Cardinal Sean Brady: McGuinness and Gilmore critical
Political leaders have strongly criticised the head of Ireland's Catholic Church for refusing to resign over a paedophile priest scandal.
Cardinal Sean Brady is accused of failing to act when alerted to abuse allegations when he was a young priest.
Northern Ireland Deputy First Minister Martin McGuinness and the Irish deputy PM both questioned whether Cardinal Brady should remain in his job.
Meanwhile, police are to review a documentary which examined the issue.
On Tuesday, a BBC documentary revealed that in 1975, a 14-year-old boy who had been sexually abused by a paedophile priest, Fr Brendan Smyth, gave the then Fr Brady the names and addresses of other children who had been abused.
It said Fr Brady did not pass on the details to the police or parents.
On Thursday, Police Service of Northern Ireland Assistant Chief Constable George Hamilton said detectives would look at the documentary to assess whether it should be included in their investigation into institutional abuse.
"For the last number of months there has been an investigation ongoing under an operation called Operation Charwell into alleged institutional abuse and this is really the context in which we will examine the material that was made available through the BBC documentary," he said.
"Before we launch into an investigation or make knee-jerk responses to that, we will take an objective, evidence-based assessment of the material that was in that programme."
At a meeting of the Northern Ireland Assembly's justice committee, the DUP's Jim Wells called on colleagues to write to the PSNI chief constable asking him to launch an investigation into Cardinal Brady's actions.
"I think there's huge public concern in the community about these allegations and I think it's absolutely essential the chief constable acts and immediately carries out an investigation into the activities of Mr Brady," he said.
The committee instead agreed to write to the chief constable asking what action the police were taking.
Earlier, Mr McGuinness said Catholics would be "dismayed" by the new allegations about the primate of all Ireland's response to abuse allegations 37 years ago.
He added: "Two years ago when this issue first emerged, I described the situation as grave and said that Cardinal Brady should consider his position.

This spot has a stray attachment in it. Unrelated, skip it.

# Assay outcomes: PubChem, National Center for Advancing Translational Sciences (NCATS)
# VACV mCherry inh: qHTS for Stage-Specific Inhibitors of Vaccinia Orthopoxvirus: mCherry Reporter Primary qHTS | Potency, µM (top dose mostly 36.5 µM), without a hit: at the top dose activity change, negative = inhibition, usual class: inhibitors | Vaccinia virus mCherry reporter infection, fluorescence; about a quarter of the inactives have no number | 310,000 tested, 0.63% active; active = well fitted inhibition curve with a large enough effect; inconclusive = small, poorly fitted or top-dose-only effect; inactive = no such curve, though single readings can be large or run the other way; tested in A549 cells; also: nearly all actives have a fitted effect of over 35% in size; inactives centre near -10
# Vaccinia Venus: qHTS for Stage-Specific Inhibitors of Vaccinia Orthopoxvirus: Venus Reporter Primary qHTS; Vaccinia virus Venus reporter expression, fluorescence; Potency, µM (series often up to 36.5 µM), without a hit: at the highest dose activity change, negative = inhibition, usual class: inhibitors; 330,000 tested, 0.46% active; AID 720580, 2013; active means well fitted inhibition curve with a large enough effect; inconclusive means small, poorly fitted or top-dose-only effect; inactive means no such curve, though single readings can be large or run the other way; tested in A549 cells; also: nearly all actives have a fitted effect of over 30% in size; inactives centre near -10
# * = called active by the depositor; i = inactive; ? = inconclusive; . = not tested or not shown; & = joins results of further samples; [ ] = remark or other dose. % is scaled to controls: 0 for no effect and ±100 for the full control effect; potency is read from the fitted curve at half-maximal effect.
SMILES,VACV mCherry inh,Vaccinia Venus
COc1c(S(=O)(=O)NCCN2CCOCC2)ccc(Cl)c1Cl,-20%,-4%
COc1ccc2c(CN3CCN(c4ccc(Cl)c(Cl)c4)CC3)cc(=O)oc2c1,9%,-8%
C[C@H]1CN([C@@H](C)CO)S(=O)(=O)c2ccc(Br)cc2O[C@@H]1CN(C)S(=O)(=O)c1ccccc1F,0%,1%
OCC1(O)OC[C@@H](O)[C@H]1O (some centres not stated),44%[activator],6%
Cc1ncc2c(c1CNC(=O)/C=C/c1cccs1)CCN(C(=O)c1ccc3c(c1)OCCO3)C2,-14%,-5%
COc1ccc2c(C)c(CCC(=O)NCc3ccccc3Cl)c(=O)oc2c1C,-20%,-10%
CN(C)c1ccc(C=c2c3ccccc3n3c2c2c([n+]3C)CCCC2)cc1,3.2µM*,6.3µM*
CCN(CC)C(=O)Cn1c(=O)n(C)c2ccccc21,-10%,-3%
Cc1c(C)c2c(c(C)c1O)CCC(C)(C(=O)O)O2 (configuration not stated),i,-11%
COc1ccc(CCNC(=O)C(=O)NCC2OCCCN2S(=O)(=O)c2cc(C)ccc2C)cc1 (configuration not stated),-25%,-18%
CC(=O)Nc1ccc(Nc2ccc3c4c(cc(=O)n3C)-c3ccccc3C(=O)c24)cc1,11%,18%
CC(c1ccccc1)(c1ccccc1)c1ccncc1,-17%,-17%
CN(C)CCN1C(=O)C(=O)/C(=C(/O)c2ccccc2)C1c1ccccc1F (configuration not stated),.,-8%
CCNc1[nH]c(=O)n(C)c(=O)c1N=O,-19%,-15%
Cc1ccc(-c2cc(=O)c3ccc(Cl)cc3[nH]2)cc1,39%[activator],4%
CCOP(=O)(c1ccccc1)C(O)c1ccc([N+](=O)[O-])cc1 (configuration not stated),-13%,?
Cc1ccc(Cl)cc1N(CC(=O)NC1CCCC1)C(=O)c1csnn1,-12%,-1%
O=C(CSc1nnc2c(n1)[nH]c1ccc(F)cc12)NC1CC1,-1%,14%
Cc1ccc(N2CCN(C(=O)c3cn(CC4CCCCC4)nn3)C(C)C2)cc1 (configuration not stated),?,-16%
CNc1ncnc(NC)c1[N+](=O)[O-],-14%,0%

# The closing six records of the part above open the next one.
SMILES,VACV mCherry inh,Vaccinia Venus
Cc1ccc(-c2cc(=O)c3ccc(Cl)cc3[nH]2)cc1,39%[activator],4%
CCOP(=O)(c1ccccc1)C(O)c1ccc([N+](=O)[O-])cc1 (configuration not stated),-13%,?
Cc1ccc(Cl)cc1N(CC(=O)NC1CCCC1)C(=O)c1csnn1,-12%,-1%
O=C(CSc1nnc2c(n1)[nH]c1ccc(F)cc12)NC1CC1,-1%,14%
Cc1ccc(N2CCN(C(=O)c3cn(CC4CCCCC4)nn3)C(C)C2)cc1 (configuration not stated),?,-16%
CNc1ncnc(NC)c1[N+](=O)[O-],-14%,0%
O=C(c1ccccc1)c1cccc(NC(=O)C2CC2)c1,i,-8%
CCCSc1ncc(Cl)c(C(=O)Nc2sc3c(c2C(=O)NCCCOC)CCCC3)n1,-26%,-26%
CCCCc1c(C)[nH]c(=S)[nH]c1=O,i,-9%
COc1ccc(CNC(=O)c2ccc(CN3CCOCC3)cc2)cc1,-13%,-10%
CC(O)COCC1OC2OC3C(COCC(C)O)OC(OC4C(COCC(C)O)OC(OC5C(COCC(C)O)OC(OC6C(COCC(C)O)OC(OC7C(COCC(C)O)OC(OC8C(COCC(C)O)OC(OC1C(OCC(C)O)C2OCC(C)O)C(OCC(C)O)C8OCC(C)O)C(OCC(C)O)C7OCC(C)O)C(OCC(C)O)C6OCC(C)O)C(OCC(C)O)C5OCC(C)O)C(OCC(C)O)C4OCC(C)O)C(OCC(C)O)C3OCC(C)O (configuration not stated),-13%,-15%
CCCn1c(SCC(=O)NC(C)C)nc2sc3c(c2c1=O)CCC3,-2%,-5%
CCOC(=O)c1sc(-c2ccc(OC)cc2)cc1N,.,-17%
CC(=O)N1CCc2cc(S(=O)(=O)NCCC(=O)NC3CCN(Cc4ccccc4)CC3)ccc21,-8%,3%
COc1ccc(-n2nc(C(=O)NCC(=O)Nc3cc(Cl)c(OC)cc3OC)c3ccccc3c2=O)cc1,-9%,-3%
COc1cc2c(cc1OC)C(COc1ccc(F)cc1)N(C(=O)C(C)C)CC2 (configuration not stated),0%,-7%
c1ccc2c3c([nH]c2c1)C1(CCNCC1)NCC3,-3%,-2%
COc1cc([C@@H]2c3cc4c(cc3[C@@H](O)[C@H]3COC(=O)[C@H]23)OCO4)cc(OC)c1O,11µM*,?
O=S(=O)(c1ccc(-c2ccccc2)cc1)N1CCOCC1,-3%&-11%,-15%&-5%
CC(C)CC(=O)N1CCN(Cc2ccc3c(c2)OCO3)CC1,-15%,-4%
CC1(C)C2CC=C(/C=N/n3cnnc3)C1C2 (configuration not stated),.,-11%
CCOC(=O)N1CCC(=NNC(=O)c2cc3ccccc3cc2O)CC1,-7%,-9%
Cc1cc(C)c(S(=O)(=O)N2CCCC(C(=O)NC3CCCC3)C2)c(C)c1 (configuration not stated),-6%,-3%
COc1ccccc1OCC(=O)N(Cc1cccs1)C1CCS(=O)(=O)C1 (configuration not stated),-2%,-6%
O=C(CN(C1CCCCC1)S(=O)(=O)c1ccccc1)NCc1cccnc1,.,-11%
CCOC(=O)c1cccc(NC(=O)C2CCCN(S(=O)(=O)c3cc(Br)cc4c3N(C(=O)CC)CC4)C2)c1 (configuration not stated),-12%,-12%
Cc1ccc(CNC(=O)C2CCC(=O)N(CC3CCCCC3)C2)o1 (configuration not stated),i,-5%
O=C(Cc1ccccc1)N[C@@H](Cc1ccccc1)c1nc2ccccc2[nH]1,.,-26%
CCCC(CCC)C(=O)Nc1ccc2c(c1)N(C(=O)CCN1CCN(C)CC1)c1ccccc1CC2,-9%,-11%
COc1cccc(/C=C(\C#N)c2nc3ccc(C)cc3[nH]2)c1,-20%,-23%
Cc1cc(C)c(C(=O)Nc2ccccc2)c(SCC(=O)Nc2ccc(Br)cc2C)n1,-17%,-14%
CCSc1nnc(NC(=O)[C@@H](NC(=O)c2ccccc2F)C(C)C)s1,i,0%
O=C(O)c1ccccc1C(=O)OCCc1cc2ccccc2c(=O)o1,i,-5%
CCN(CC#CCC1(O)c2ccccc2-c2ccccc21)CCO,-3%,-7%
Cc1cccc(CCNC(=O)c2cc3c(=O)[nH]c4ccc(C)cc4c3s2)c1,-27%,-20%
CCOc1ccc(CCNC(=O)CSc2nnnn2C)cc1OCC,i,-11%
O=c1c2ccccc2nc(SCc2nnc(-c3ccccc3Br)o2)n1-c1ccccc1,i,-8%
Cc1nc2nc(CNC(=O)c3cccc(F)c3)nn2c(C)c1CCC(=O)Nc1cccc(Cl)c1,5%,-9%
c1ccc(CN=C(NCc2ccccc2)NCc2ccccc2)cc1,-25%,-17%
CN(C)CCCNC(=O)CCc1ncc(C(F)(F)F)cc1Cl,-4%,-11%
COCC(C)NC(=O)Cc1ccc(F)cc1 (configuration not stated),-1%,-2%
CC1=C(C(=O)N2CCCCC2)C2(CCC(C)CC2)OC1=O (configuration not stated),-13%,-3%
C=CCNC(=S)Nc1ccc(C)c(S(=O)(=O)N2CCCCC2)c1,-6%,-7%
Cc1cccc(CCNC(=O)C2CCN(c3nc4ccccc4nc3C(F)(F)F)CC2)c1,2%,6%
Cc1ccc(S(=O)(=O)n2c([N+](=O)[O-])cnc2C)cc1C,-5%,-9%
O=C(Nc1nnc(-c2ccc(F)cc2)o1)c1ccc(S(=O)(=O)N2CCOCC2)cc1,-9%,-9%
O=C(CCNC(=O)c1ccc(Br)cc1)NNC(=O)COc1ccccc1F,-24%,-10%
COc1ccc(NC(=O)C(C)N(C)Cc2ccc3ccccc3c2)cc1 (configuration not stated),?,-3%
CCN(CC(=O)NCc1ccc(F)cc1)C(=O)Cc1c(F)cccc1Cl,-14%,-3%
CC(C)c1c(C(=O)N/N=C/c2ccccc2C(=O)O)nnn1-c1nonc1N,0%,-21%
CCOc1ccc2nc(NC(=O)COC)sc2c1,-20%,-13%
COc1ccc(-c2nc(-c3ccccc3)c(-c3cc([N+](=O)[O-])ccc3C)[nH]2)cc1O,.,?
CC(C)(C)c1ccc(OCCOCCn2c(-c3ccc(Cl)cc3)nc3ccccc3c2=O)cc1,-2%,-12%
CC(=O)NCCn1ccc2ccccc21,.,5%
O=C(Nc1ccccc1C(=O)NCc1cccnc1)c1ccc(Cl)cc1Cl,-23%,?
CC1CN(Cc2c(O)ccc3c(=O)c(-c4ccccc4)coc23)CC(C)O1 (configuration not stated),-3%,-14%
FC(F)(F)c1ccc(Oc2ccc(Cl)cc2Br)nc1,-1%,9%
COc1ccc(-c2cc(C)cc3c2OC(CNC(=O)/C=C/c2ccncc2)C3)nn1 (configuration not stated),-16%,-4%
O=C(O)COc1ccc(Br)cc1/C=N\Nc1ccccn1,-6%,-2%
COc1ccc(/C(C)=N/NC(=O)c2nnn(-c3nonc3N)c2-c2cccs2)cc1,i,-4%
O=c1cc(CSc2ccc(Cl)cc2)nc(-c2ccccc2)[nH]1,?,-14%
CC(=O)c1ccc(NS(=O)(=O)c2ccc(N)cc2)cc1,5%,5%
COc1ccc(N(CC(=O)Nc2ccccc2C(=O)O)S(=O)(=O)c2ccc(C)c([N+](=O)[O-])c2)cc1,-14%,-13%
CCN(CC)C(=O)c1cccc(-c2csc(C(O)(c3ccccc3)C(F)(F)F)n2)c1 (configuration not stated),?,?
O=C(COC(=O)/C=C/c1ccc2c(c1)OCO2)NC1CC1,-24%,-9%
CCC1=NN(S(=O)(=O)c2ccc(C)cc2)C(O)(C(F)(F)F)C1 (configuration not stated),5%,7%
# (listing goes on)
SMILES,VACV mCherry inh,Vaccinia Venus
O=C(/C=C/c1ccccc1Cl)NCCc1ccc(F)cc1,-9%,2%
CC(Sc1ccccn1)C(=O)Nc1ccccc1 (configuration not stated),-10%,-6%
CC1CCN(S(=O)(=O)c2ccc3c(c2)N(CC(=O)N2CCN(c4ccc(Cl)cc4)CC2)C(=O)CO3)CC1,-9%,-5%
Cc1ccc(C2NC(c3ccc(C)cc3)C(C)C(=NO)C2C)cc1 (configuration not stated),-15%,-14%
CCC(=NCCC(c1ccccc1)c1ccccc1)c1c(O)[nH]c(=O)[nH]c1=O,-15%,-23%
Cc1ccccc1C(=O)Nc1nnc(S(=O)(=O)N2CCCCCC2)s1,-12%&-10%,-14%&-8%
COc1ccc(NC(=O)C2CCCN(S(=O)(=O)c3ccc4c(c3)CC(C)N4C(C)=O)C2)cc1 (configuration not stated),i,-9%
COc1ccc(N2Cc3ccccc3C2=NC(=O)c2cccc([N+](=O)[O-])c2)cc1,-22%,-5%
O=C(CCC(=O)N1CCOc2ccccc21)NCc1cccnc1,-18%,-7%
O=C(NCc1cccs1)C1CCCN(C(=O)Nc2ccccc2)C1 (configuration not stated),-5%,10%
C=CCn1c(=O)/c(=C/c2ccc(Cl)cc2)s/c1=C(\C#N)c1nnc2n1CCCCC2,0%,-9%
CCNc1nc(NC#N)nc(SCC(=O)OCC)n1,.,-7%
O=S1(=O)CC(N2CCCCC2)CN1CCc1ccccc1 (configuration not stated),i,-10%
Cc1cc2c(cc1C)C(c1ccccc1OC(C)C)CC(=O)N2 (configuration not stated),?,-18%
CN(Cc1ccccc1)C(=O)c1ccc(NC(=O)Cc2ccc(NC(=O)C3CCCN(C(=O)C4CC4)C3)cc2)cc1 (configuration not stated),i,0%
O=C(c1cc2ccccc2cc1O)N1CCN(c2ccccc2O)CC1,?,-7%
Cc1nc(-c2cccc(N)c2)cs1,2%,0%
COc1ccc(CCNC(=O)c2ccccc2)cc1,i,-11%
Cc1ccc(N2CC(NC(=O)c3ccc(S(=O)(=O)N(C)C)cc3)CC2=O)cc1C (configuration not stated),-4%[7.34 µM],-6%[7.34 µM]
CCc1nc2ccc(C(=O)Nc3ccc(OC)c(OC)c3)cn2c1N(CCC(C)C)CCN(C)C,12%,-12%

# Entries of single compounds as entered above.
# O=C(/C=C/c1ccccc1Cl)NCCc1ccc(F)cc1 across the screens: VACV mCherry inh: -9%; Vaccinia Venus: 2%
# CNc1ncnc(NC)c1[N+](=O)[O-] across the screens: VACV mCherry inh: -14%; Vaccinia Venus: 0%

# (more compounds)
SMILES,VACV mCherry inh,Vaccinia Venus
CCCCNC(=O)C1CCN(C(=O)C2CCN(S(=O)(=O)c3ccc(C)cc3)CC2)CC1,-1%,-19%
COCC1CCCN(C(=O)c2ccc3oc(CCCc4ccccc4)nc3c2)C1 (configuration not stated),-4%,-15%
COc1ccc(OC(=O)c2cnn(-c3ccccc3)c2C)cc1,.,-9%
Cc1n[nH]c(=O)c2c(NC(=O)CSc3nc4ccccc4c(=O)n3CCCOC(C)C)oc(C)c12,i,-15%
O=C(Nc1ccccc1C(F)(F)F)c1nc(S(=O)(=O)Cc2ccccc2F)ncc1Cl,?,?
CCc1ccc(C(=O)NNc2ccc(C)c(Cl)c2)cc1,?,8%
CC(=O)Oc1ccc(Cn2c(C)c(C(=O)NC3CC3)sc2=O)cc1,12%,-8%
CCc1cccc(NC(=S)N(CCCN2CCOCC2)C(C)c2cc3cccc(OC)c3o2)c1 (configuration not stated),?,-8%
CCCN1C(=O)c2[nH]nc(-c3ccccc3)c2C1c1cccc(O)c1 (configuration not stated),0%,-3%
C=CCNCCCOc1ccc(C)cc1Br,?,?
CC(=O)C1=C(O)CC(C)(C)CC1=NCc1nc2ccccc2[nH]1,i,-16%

"Ultimately Cardinal Brady's response is a matter for himself and the Church, but it is a very grave situation for survivors of abuse, for the Catholic Church and for Catholics across Ireland.
"Speaking personally, I believe he should reflect on the wisdom of this position which will leave many Catholics wondering whether anything is to be done by the leadership of the Catholic Church to ring the changes which many believe are required at such a sad time for all."
Irish Deputy Prime Minister Eamon Gilmore told the Dail, the Republic's parliament, that anyone in the Catholic Church who failed to deal effectively with child abuse should not hold office.
"I've always believed in the separation of Church and state," he said.
"I think it is the job of government and of the state to enact our laws and to ensure that those laws apply to everybody whether they belong to a church or not.
"But it is my own personal view that anybody who did not deal with the scale of the abuse that we have seen in this case should not hold a position of authority."
The leader of Northern Ireland's Social Democratic and Labour Party, Alasdair McDonnell, also said the cardinal should resign.
"Wrong decisions were made in 1975 and subsequently - decisions that affected lives," he said.
"Cardinal Brady set for himself in 2010 the criteria by which he would judge as to whether or not he should resign his position.
"In my mind, and in the minds of many Catholics from all parts of the Church, those criteria have been met."